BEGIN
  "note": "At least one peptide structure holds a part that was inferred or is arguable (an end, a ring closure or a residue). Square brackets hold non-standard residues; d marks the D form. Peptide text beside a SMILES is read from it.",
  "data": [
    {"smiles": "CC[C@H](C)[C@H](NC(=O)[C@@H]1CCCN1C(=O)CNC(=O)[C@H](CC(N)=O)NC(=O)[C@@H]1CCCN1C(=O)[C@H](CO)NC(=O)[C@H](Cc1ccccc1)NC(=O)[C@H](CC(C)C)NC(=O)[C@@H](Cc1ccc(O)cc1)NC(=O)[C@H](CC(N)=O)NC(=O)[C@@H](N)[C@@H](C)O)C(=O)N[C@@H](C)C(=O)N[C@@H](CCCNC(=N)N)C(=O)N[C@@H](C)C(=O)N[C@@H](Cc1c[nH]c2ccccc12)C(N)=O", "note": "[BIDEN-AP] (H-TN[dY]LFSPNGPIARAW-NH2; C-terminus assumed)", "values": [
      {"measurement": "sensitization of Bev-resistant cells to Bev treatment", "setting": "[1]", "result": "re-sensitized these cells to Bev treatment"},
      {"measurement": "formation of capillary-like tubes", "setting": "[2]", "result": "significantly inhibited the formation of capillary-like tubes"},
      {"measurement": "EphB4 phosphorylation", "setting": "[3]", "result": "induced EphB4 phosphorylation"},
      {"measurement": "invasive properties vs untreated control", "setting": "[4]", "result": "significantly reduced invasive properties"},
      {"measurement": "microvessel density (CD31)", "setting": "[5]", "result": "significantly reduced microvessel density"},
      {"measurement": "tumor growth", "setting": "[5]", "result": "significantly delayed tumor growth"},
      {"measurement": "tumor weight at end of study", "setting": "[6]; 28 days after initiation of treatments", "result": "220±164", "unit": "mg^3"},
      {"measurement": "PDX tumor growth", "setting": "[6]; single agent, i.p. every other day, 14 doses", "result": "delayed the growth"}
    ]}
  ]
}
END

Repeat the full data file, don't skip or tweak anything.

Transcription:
  "note": "At least one peptide structure holds a part that was inferred or is arguable (an end, a ring closure or a residue). Square brackets hold non-standard residues; d marks the D form. Peptide text beside a SMILES is read from it.",
  "data": [
    {"smiles": "CC[C@H](C)[C@H](NC(=O)[C@@H]1CCCN1C(=O)CNC(=O)[C@H](CC(N)=O)NC(=O)[C@@H]1CCCN1C(=O)[C@H](CO)NC(=O)[C@H](Cc1ccccc1)NC(=O)[C@H](CC(C)C)NC(=O)[C@@H](Cc1ccc(O)cc1)NC(=O)[C@H](CC(N)=O)NC(=O)[C@@H](N)[C@@H](C)O)C(=O)N[C@@H](C)C(=O)N[C@@H](CCCNC(=N)N)C(=O)N[C@@H](C)C(=O)N[C@@H](Cc1c[nH]c2ccccc12)C(N)=O", "note": "[BIDEN-AP] (H-TN[dY]LFSPNGPIARAW-NH2; C-terminus assumed)", "values": [
      {"measurement": "sensitization of Bev-resistant cells to Bev treatment", "setting": "[1]", "result": "re-sensitized these cells to Bev treatment"},
      {"measurement": "formation of capillary-like tubes", "setting": "[2]", "result": "significantly inhibited the formation of capillary-like tubes"},
      {"measurement": "EphB4 phosphorylation", "setting": "[3]", "result": "induced EphB4 phosphorylation"},
      {"measurement": "invasive properties vs untreated control", "setting": "[4]", "result": "significantly reduced invasive properties"},
      {"measurement": "microvessel density (CD31)", "setting": "[5]", "result": "significantly reduced microvessel density"},
      {"measurement": "tumor growth", "setting": "[5]", "result": "significantly delayed tumor growth"},
      {"measurement": "tumor weight at end of study", "setting": "[6]; 28 days after initiation of treatments", "result": "220±164", "unit": "mg^3"},
      {"measurement": "PDX tumor growth", "setting": "[6]; single agent, i.p. every other day, 14 doses", "result": "delayed the growth"}
    ]}
  ]
}